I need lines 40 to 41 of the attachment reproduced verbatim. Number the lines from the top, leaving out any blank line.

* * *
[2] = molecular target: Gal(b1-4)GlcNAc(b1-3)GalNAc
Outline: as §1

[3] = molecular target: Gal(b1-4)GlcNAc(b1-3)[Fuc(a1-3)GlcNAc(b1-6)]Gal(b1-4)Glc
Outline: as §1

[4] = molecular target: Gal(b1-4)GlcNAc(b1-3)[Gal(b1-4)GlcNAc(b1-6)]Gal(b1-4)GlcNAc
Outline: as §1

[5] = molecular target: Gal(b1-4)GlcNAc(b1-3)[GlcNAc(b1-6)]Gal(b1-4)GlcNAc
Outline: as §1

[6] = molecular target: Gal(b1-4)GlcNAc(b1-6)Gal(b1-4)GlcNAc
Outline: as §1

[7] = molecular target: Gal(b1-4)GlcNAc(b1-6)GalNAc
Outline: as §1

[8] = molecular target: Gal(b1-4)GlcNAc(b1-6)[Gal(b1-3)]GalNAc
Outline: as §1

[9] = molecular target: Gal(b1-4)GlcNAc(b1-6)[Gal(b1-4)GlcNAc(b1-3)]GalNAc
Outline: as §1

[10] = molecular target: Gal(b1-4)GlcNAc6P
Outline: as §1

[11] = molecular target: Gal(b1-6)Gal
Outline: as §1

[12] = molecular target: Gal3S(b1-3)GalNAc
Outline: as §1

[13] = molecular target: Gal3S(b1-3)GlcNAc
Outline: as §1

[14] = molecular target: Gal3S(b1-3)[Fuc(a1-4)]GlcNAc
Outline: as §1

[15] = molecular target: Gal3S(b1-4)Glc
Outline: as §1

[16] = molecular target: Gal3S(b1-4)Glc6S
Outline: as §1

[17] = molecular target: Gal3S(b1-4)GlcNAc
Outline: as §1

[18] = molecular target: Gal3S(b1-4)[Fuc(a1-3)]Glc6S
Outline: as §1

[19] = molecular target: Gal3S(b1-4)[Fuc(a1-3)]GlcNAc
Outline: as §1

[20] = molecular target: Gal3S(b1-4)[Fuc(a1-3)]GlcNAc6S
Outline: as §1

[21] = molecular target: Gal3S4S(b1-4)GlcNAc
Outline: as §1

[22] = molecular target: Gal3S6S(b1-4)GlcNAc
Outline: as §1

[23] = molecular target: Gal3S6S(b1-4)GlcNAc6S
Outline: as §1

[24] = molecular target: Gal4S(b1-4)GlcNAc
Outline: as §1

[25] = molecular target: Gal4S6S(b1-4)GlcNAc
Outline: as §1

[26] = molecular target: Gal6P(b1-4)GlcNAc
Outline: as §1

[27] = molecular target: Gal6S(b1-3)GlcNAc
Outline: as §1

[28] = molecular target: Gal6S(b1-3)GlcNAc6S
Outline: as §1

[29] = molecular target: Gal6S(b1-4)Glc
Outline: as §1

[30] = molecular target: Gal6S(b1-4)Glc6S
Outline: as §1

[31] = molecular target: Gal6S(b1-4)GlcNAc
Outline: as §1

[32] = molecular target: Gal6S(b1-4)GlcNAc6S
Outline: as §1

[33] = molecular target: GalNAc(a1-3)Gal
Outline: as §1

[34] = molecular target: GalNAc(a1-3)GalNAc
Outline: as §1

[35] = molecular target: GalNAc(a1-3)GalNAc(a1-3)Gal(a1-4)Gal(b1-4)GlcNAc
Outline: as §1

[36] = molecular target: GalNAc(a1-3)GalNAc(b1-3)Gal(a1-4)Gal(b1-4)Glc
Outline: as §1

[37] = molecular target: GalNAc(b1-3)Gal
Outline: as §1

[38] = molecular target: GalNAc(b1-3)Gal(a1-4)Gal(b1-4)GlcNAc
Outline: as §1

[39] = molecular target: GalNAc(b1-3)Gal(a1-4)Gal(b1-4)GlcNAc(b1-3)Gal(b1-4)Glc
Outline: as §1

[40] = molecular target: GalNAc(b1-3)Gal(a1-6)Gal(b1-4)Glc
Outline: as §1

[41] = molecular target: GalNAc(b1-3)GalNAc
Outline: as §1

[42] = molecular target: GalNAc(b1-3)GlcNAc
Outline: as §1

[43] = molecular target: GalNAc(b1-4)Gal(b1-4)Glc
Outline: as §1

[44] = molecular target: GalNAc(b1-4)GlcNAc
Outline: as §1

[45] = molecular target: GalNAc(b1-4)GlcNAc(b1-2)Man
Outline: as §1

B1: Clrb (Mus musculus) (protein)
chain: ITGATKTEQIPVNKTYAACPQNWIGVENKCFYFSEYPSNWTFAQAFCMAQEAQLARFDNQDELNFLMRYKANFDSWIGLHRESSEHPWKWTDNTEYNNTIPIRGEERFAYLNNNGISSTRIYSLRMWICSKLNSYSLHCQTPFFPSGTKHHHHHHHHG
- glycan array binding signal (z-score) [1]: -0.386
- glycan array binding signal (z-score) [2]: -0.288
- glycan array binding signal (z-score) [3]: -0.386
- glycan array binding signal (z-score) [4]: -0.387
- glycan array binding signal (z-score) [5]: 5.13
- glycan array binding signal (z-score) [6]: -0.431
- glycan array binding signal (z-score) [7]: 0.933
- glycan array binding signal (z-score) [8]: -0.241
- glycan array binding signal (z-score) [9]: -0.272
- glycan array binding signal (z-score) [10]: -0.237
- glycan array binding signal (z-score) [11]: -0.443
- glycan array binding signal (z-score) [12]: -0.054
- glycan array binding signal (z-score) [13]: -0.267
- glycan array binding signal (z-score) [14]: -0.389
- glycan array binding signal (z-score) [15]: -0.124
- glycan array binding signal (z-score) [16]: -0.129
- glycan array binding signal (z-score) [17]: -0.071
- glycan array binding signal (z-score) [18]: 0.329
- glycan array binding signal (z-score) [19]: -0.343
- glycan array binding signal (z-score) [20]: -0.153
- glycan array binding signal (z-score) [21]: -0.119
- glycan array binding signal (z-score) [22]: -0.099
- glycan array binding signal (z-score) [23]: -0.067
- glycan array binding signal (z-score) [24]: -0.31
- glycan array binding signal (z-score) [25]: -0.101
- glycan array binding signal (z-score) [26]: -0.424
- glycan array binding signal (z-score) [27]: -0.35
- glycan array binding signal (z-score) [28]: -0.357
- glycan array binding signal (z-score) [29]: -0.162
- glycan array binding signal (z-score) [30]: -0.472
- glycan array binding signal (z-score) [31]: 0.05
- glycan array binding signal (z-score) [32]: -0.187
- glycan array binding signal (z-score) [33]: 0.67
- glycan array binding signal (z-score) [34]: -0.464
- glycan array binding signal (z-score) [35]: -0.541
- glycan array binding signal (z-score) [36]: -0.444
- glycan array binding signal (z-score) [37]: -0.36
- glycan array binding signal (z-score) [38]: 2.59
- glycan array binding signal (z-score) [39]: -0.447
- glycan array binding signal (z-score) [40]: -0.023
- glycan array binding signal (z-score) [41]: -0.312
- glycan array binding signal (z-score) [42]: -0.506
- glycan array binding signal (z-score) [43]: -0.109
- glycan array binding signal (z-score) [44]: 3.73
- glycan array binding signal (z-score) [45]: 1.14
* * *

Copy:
Outline: as §1

[22] = molecular target: Gal3S6S(b1-4)GlcNAc